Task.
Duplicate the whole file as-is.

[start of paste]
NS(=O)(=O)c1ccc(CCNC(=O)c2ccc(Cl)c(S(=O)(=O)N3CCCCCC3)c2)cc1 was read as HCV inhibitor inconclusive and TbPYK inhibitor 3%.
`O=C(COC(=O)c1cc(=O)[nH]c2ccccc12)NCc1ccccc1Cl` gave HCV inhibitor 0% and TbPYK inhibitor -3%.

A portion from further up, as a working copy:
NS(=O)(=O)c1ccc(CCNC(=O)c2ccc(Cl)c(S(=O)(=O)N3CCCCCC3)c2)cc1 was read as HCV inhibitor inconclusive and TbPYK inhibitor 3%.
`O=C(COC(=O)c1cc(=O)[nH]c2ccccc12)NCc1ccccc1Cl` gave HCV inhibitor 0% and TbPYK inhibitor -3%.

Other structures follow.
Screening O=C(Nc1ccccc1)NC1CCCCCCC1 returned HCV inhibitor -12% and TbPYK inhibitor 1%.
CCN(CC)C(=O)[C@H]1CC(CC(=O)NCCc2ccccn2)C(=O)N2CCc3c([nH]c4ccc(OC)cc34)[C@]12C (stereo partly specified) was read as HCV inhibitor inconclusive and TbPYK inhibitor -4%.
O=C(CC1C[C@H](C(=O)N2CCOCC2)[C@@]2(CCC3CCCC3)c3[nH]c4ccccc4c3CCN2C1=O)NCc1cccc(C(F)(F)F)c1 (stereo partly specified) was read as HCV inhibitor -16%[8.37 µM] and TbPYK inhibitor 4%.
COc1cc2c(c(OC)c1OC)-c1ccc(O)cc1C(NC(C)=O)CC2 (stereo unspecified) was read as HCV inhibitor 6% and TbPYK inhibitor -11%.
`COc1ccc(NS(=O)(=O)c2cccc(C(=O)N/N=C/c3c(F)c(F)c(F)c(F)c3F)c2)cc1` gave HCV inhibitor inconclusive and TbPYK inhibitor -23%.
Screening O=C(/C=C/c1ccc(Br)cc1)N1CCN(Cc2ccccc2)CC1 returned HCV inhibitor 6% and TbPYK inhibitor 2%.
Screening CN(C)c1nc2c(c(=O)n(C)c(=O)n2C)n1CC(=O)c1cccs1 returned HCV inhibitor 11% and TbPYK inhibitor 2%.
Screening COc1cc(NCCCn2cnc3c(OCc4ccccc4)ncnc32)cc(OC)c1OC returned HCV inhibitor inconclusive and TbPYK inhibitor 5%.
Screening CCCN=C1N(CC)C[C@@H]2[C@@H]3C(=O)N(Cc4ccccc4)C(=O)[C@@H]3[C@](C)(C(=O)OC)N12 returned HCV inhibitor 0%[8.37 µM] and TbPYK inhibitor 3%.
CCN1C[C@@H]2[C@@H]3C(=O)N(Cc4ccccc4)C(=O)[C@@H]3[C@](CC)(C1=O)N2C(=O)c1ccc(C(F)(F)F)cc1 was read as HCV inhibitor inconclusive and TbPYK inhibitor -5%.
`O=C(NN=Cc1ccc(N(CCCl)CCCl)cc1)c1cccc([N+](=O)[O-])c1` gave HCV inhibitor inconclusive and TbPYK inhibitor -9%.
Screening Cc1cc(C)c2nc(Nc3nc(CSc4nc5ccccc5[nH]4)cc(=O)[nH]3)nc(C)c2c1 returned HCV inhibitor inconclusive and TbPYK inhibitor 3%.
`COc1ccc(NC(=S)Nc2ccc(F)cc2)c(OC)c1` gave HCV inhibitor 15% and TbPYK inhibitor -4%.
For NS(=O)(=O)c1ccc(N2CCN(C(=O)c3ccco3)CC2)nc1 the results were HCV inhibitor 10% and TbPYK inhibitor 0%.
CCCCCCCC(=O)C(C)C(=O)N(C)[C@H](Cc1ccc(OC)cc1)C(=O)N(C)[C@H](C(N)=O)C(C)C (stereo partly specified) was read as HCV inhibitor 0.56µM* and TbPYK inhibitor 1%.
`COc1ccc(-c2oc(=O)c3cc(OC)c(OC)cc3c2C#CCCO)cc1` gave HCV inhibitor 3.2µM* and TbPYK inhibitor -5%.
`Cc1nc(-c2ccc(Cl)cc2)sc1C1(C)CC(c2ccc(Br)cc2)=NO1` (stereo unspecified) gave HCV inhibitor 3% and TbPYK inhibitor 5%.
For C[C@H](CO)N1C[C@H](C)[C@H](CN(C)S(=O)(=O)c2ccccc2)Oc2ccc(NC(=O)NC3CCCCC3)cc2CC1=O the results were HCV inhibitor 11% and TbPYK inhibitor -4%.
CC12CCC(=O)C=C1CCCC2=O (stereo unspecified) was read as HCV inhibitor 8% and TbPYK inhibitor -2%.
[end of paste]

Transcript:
NS(=O)(=O)c1ccc(CCNC(=O)c2ccc(Cl)c(S(=O)(=O)N3CCCCCC3)c2)cc1 was read as HCV inhibitor inconclusive and TbPYK inhibitor 3%.
`O=C(COC(=O)c1cc(=O)[nH]c2ccccc12)NCc1ccccc1Cl` gave HCV inhibitor 0% and TbPYK inhibitor -3%.

A portion from further up, as a working copy:
NS(=O)(=O)c1ccc(CCNC(=O)c2ccc(Cl)c(S(=O)(=O)N3CCCCCC3)c2)cc1 was read as HCV inhibitor inconclusive and TbPYK inhibitor 3%.
`O=C(COC(=O)c1cc(=O)[nH]c2ccccc12)NCc1ccccc1Cl` gave HCV inhibitor 0% and TbPYK inhibitor -3%.

Other structures follow.
Screening O=C(Nc1ccccc1)NC1CCCCCCC1 returned HCV inhibitor -12% and TbPYK inhibitor 1%.
CCN(CC)C(=O)[C@H]1CC(CC(=O)NCCc2ccccn2)C(=O)N2CCc3c([nH]c4ccc(OC)cc34)[C@]12C (stereo partly specified) was read as HCV inhibitor inconclusive and TbPYK inhibitor -4%.
O=C(CC1C[C@H](C(=O)N2CCOCC2)[C@@]2(CCC3CCCC3)c3[nH]c4ccccc4c3CCN2C1=O)NCc1cccc(C(F)(F)F)c1 (stereo partly specified) was read as HCV inhibitor -16%[8.37 µM] and TbPYK inhibitor 4%.
COc1cc2c(c(OC)c1OC)-c1ccc(O)cc1C(NC(C)=O)CC2 (stereo unspecified) was read as HCV inhibitor 6% and TbPYK inhibitor -11%.
`COc1ccc(NS(=O)(=O)c2cccc(C(=O)N/N=C/c3c(F)c(F)c(F)c(F)c3F)c2)cc1` gave HCV inhibitor inconclusive and TbPYK inhibitor -23%.
Screening O=C(/C=C/c1ccc(Br)cc1)N1CCN(Cc2ccccc2)CC1 returned HCV inhibitor 6% and TbPYK inhibitor 2%.
Screening CN(C)c1nc2c(c(=O)n(C)c(=O)n2C)n1CC(=O)c1cccs1 returned HCV inhibitor 11% and TbPYK inhibitor 2%.
Screening COc1cc(NCCCn2cnc3c(OCc4ccccc4)ncnc32)cc(OC)c1OC returned HCV inhibitor inconclusive and TbPYK inhibitor 5%.
Screening CCCN=C1N(CC)C[C@@H]2[C@@H]3C(=O)N(Cc4ccccc4)C(=O)[C@@H]3[C@](C)(C(=O)OC)N12 returned HCV inhibitor 0%[8.37 µM] and TbPYK inhibitor 3%.
CCN1C[C@@H]2[C@@H]3C(=O)N(Cc4ccccc4)C(=O)[C@@H]3[C@](CC)(C1=O)N2C(=O)c1ccc(C(F)(F)F)cc1 was read as HCV inhibitor inconclusive and TbPYK inhibitor -5%.
`O=C(NN=Cc1ccc(N(CCCl)CCCl)cc1)c1cccc([N+](=O)[O-])c1` gave HCV inhibitor inconclusive and TbPYK inhibitor -9%.
Screening Cc1cc(C)c2nc(Nc3nc(CSc4nc5ccccc5[nH]4)cc(=O)[nH]3)nc(C)c2c1 returned HCV inhibitor inconclusive and TbPYK inhibitor 3%.
`COc1ccc(NC(=S)Nc2ccc(F)cc2)c(OC)c1` gave HCV inhibitor 15% and TbPYK inhibitor -4%.
For NS(=O)(=O)c1ccc(N2CCN(C(=O)c3ccco3)CC2)nc1 the results were HCV inhibitor 10% and TbPYK inhibitor 0%.
CCCCCCCC(=O)C(C)C(=O)N(C)[C@H](Cc1ccc(OC)cc1)C(=O)N(C)[C@H](C(N)=O)C(C)C (stereo partly specified) was read as HCV inhibitor 0.56µM* and TbPYK inhibitor 1%.
`COc1ccc(-c2oc(=O)c3cc(OC)c(OC)cc3c2C#CCCO)cc1` gave HCV inhibitor 3.2µM* and TbPYK inhibitor -5%.
`Cc1nc(-c2ccc(Cl)cc2)sc1C1(C)CC(c2ccc(Br)cc2)=NO1` (stereo unspecified) gave HCV inhibitor 3% and TbPYK inhibitor 5%.
For C[C@H](CO)N1C[C@H](C)[C@H](CN(C)S(=O)(=O)c2ccccc2)Oc2ccc(NC(=O)NC3CCCCC3)cc2CC1=O the results were HCV inhibitor 11% and TbPYK inhibitor -4%.
CC12CCC(=O)C=C1CCCC2=O (stereo unspecified) was read as HCV inhibitor 8% and TbPYK inhibitor -2%.